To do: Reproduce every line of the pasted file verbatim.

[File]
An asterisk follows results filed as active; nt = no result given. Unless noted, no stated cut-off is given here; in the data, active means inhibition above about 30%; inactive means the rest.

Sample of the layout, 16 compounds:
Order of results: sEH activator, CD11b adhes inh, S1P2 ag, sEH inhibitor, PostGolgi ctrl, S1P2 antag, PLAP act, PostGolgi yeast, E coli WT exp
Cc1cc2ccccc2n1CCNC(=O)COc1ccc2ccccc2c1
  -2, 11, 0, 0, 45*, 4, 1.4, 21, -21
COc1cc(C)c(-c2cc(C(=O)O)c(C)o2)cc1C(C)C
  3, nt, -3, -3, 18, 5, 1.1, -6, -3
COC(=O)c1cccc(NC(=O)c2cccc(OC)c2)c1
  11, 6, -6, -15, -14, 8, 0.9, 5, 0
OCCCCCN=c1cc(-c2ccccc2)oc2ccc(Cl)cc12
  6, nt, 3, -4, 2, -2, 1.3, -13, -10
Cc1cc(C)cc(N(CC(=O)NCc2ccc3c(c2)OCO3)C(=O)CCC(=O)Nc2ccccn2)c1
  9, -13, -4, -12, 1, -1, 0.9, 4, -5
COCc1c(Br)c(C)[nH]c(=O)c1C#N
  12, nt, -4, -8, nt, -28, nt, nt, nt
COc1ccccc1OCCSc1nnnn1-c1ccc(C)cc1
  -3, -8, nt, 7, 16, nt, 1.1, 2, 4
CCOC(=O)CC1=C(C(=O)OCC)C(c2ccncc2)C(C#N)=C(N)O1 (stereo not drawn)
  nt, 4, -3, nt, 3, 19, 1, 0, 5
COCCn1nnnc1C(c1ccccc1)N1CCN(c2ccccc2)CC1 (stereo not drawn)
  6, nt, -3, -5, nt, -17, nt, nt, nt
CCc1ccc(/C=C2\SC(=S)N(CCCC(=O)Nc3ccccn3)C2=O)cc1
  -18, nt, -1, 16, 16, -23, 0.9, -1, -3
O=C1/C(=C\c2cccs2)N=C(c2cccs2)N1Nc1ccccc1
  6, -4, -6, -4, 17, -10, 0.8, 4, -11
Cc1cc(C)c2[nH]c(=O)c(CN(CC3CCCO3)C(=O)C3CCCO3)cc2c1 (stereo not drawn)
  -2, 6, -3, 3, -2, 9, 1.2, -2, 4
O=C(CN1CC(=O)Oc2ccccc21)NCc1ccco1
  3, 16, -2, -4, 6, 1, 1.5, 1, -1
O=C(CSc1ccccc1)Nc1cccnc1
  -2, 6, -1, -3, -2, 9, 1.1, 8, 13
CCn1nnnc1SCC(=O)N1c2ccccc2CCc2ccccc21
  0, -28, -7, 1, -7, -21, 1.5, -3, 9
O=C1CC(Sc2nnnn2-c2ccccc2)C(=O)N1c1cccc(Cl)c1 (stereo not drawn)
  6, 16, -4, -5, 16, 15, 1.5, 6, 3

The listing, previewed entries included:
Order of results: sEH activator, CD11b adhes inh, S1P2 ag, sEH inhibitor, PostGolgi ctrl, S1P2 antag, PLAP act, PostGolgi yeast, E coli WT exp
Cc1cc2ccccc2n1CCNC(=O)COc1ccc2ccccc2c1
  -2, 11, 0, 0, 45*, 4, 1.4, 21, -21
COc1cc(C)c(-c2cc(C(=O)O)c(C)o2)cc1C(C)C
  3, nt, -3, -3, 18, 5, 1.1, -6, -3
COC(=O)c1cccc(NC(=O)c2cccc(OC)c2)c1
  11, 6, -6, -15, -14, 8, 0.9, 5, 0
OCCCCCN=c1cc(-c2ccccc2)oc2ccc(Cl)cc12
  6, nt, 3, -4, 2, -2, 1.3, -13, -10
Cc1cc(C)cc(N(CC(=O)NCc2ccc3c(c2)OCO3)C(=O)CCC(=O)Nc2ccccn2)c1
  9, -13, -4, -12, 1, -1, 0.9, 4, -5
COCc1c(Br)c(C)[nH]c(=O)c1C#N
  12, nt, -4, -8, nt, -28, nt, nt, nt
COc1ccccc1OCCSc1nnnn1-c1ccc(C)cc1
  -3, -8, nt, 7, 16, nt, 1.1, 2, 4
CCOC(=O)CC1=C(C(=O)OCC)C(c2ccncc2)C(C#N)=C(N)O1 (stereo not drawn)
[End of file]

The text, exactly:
An asterisk follows results filed as active; nt = no result given. Unless noted, no stated cut-off is given here; in the data, active means inhibition above about 30%; inactive means the rest.

Sample of the layout, 16 compounds:
Order of results: sEH activator, CD11b adhes inh, S1P2 ag, sEH inhibitor, PostGolgi ctrl, S1P2 antag, PLAP act, PostGolgi yeast, E coli WT exp
Cc1cc2ccccc2n1CCNC(=O)COc1ccc2ccccc2c1
  -2, 11, 0, 0, 45*, 4, 1.4, 21, -21
COc1cc(C)c(-c2cc(C(=O)O)c(C)o2)cc1C(C)C
  3, nt, -3, -3, 18, 5, 1.1, -6, -3
COC(=O)c1cccc(NC(=O)c2cccc(OC)c2)c1
  11, 6, -6, -15, -14, 8, 0.9, 5, 0
OCCCCCN=c1cc(-c2ccccc2)oc2ccc(Cl)cc12
  6, nt, 3, -4, 2, -2, 1.3, -13, -10
Cc1cc(C)cc(N(CC(=O)NCc2ccc3c(c2)OCO3)C(=O)CCC(=O)Nc2ccccn2)c1
  9, -13, -4, -12, 1, -1, 0.9, 4, -5
COCc1c(Br)c(C)[nH]c(=O)c1C#N
  12, nt, -4, -8, nt, -28, nt, nt, nt
COc1ccccc1OCCSc1nnnn1-c1ccc(C)cc1
  -3, -8, nt, 7, 16, nt, 1.1, 2, 4
CCOC(=O)CC1=C(C(=O)OCC)C(c2ccncc2)C(C#N)=C(N)O1 (stereo not drawn)
  nt, 4, -3, nt, 3, 19, 1, 0, 5
COCCn1nnnc1C(c1ccccc1)N1CCN(c2ccccc2)CC1 (stereo not drawn)
  6, nt, -3, -5, nt, -17, nt, nt, nt
CCc1ccc(/C=C2\SC(=S)N(CCCC(=O)Nc3ccccn3)C2=O)cc1
  -18, nt, -1, 16, 16, -23, 0.9, -1, -3
O=C1/C(=C\c2cccs2)N=C(c2cccs2)N1Nc1ccccc1
  6, -4, -6, -4, 17, -10, 0.8, 4, -11
Cc1cc(C)c2[nH]c(=O)c(CN(CC3CCCO3)C(=O)C3CCCO3)cc2c1 (stereo not drawn)
  -2, 6, -3, 3, -2, 9, 1.2, -2, 4
O=C(CN1CC(=O)Oc2ccccc21)NCc1ccco1
  3, 16, -2, -4, 6, 1, 1.5, 1, -1
O=C(CSc1ccccc1)Nc1cccnc1
  -2, 6, -1, -3, -2, 9, 1.1, 8, 13
CCn1nnnc1SCC(=O)N1c2ccccc2CCc2ccccc21
  0, -28, -7, 1, -7, -21, 1.5, -3, 9
O=C1CC(Sc2nnnn2-c2ccccc2)C(=O)N1c1cccc(Cl)c1 (stereo not drawn)
  6, 16, -4, -5, 16, 15, 1.5, 6, 3

The listing, previewed entries included:
Order of results: sEH activator, CD11b adhes inh, S1P2 ag, sEH inhibitor, PostGolgi ctrl, S1P2 antag, PLAP act, PostGolgi yeast, E coli WT exp
Cc1cc2ccccc2n1CCNC(=O)COc1ccc2ccccc2c1
  -2, 11, 0, 0, 45*, 4, 1.4, 21, -21
COc1cc(C)c(-c2cc(C(=O)O)c(C)o2)cc1C(C)C
  3, nt, -3, -3, 18, 5, 1.1, -6, -3
COC(=O)c1cccc(NC(=O)c2cccc(OC)c2)c1
  11, 6, -6, -15, -14, 8, 0.9, 5, 0
OCCCCCN=c1cc(-c2ccccc2)oc2ccc(Cl)cc12
  6, nt, 3, -4, 2, -2, 1.3, -13, -10
Cc1cc(C)cc(N(CC(=O)NCc2ccc3c(c2)OCO3)C(=O)CCC(=O)Nc2ccccn2)c1
  9, -13, -4, -12, 1, -1, 0.9, 4, -5
COCc1c(Br)c(C)[nH]c(=O)c1C#N
  12, nt, -4, -8, nt, -28, nt, nt, nt
COc1ccccc1OCCSc1nnnn1-c1ccc(C)cc1
  -3, -8, nt, 7, 16, nt, 1.1, 2, 4
CCOC(=O)CC1=C(C(=O)OCC)C(c2ccncc2)C(C#N)=C(N)O1 (stereo not drawn)